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March 13, 2013

News Briefs March 13, 2013

Black Hawk crash kills five troops in Kandahar

A helicopter crash in southern Afghanistan has killed five American service members, officials said March 12.

The March 11 crash brought the total number of U.S. troops killed that day to seven, making it the deadliest day for U.S. forces so far this year. Two U.S. special operations forces were gunned down hours earlier in an insider attack by an Afghan policeman in eastern Afghanistan.

The NATO military coalition said in a statement that “initial reports” showed no enemy activity in the area at the time. The cause of the crash is under investigation, the statement said.

A U.S. official said all five of the dead were American. The official said the helicopter went down outside Kandahar city, the capital of Kandahar province. The official spoke on condition of anonymity because the information had not been formally released.

Their deaths make 12 U.S. troops killed so far this year in Afghanistan. There were 297 U.S. service members killed in Afghanistan in 2012, according to an Associated Press tally. AP

 

Two space launch workers hurt in blast at Ca. base

Two workers for a company that launches spacecraft for the U.S. government were seriously injured in an electrical explosion at Vandenberg Air Force Base on the California coast.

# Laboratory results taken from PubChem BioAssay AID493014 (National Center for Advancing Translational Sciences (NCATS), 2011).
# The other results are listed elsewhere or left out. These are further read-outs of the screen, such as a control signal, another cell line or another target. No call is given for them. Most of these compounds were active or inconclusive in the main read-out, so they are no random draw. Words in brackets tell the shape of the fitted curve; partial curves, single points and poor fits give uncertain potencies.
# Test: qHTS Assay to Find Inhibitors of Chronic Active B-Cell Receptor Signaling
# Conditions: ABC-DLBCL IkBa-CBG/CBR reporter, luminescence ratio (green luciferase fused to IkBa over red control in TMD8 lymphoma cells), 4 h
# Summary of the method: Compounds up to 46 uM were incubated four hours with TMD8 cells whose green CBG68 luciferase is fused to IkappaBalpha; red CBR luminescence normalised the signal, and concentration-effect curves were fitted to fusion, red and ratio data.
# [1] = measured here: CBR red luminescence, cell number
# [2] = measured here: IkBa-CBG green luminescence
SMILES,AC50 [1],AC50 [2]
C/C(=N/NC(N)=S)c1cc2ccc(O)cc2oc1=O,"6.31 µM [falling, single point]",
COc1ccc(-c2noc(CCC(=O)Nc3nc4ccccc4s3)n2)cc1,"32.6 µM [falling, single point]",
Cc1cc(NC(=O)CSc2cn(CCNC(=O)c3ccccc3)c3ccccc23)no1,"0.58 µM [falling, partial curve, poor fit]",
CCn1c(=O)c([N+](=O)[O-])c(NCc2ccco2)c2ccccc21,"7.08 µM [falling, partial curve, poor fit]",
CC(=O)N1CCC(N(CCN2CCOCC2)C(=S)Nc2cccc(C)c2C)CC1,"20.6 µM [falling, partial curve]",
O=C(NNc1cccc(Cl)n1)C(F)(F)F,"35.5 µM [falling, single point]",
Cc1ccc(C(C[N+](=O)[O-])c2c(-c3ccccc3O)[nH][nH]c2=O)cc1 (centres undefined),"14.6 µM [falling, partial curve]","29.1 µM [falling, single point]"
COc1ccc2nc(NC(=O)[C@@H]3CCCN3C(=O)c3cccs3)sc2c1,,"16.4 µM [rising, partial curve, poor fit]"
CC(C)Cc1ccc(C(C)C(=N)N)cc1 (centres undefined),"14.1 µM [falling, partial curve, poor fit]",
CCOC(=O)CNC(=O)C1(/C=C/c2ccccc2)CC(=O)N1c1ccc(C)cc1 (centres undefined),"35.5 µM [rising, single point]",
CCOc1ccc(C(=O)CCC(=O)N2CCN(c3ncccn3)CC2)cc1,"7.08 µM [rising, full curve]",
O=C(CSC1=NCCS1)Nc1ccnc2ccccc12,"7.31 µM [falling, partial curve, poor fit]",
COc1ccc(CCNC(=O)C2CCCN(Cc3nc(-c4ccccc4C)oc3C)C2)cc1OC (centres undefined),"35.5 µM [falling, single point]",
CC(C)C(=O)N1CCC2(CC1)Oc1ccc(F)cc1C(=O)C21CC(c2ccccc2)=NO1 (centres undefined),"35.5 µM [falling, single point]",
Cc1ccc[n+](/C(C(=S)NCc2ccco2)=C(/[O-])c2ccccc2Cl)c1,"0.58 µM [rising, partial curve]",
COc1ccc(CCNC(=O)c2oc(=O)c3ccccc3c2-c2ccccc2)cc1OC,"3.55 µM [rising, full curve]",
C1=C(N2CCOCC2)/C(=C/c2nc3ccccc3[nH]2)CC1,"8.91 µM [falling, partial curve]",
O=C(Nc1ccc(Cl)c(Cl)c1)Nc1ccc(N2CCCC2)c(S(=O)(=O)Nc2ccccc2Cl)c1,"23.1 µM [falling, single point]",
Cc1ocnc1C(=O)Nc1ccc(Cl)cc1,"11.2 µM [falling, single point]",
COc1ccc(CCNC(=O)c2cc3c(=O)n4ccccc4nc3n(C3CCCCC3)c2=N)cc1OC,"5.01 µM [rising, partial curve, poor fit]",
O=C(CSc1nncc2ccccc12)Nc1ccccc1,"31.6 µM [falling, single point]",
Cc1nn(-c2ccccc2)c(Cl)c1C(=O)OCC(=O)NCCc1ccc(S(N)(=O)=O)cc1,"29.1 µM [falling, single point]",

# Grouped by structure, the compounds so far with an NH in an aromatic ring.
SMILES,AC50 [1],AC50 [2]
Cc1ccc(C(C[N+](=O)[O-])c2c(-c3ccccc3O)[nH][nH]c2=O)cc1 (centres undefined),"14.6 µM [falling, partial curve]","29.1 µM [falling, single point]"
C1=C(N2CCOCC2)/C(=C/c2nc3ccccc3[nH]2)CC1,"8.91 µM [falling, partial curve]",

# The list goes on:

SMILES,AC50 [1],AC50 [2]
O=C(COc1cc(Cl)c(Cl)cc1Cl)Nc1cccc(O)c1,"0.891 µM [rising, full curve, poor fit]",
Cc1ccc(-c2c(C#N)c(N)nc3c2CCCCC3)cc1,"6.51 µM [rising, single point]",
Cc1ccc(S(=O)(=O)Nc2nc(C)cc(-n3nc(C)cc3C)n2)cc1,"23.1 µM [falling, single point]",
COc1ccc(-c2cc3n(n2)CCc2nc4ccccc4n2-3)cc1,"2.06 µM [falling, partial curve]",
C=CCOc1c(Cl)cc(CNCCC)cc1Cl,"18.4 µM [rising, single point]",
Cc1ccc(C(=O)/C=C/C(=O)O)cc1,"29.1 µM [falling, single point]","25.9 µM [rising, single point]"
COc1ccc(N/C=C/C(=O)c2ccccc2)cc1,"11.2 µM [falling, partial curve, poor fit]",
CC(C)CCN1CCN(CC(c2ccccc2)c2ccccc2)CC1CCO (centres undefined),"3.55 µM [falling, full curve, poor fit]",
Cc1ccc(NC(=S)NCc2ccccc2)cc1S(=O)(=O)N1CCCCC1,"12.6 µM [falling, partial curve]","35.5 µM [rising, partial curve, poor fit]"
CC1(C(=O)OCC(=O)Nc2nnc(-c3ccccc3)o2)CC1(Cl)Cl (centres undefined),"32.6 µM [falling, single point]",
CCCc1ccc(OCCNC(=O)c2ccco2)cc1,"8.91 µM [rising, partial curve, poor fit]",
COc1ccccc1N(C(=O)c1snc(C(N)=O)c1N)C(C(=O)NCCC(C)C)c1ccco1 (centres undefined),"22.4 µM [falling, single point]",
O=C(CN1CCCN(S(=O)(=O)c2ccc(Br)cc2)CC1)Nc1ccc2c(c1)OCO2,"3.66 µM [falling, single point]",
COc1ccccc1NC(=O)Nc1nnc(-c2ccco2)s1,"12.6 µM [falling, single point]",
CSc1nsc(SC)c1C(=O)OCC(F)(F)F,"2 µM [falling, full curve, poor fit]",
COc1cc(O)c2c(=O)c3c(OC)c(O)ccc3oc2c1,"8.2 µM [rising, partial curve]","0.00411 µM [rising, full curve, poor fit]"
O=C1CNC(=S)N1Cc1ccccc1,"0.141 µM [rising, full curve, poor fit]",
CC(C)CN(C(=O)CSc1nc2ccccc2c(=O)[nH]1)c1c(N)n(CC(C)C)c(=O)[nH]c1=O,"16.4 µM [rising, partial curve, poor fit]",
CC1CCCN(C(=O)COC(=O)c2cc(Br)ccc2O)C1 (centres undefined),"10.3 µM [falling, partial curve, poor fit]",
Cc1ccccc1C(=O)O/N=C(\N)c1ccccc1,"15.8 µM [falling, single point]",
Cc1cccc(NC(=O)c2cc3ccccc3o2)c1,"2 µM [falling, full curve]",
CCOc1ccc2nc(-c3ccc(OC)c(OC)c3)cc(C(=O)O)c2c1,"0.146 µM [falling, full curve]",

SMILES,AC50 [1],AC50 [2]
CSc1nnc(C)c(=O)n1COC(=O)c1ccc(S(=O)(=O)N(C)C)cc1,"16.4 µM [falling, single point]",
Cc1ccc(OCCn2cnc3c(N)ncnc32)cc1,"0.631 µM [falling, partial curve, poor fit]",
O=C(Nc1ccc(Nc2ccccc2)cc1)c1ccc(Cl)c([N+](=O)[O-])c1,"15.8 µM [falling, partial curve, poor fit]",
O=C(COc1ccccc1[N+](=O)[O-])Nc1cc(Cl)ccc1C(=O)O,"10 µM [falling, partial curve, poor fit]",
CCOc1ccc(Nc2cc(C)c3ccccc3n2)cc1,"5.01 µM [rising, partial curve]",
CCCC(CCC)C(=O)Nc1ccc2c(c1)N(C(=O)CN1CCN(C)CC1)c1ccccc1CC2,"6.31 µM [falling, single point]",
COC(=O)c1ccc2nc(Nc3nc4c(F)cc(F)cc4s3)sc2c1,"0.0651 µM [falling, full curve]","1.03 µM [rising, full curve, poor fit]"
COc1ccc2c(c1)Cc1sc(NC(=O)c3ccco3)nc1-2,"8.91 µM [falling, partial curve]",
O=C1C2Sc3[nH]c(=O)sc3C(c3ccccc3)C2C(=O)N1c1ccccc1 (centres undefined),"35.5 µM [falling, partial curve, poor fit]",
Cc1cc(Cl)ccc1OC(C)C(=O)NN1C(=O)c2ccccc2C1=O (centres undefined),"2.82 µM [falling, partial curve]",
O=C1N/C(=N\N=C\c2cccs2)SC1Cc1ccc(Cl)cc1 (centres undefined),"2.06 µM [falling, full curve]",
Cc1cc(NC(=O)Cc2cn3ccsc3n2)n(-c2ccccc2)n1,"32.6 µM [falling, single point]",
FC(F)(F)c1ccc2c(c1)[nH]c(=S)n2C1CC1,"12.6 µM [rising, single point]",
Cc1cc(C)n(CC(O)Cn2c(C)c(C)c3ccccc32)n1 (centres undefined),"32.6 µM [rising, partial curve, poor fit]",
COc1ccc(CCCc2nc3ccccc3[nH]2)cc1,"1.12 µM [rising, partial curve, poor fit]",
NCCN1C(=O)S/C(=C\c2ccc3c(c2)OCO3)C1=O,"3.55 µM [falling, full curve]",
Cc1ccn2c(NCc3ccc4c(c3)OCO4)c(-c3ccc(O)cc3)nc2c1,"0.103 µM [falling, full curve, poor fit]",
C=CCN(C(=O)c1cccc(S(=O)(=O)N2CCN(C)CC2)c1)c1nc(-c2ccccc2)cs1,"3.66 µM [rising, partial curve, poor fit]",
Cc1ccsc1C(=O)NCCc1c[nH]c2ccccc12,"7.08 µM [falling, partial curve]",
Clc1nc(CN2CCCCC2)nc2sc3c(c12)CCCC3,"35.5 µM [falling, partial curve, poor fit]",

The United Launch Alliance said in a statement that the two employees were transferred ZMarch 11 to a Los Angeles hospital that specializes in treating burn victims.

The Santa Maria Times reports that the two, whose names and exact jobs have not been released, were working Saturday at Space Launch Complex 6 where a Delta 4 rocket is being prepared for an August launch when an “arc flash” occurred.

Occupational safety officials say an arc flash happens when electric current leaves its intended path and travels through the air to another conductor.

ULA gave no further details on the cause or circumstances. AP

 

South Korea, U.S. begin drills amid NKorean nuke threat

South Korea and the United States are staging annual military drills that North Korea says it will respond to by scrapping the armistice that ended the Korean War and launching a nuclear attack on the U.S.

After the March 11 start of the drills involving 10,000 South Korean and 3,500 American troops, Pyongyang reportedly followed through on an earlier vow to cut off a hotline with the South.

Pyongyang has launched a bombast filled propaganda campaign against the drills and last week’s U.N. vote to impose new sanctions over the North’s Feb. 12 nuclear test.

Pyongyang has vowed before to scrap the 1953 armistice. But recent rhetoric has been more warlike than usual. Pyongyang isn’t believed to be able to build a warhead small enough to mount on a long-range missile. AP

 

Defense cuts may affect Air Force museum in Ohio

A general says automatic defense budget cuts will slow research and technology development and cancel some special night and weekend events at the National Museum of the U.S. Air Force in Ohio.

Gen. Janet Wolfenbarger leads the Air Force Materiel Command from Wright-Patterson Air Force Base near Dayton. She tells the Dayton Daily News the cuts likely will delay aircraft replacement and modernization, halt most flight testing and create a backlog in maintenance operations.

The command employs roughly 80,000 people at nine bases. About three-quarters are civilians who may be forced to take 22 days of unpaid leave.

The command is planning for $1.4 billion in cuts, though the exact amount isn’t clear. The reductions are part of $85 billion in government-wide spending cuts that took effect March 1. AP

 

 




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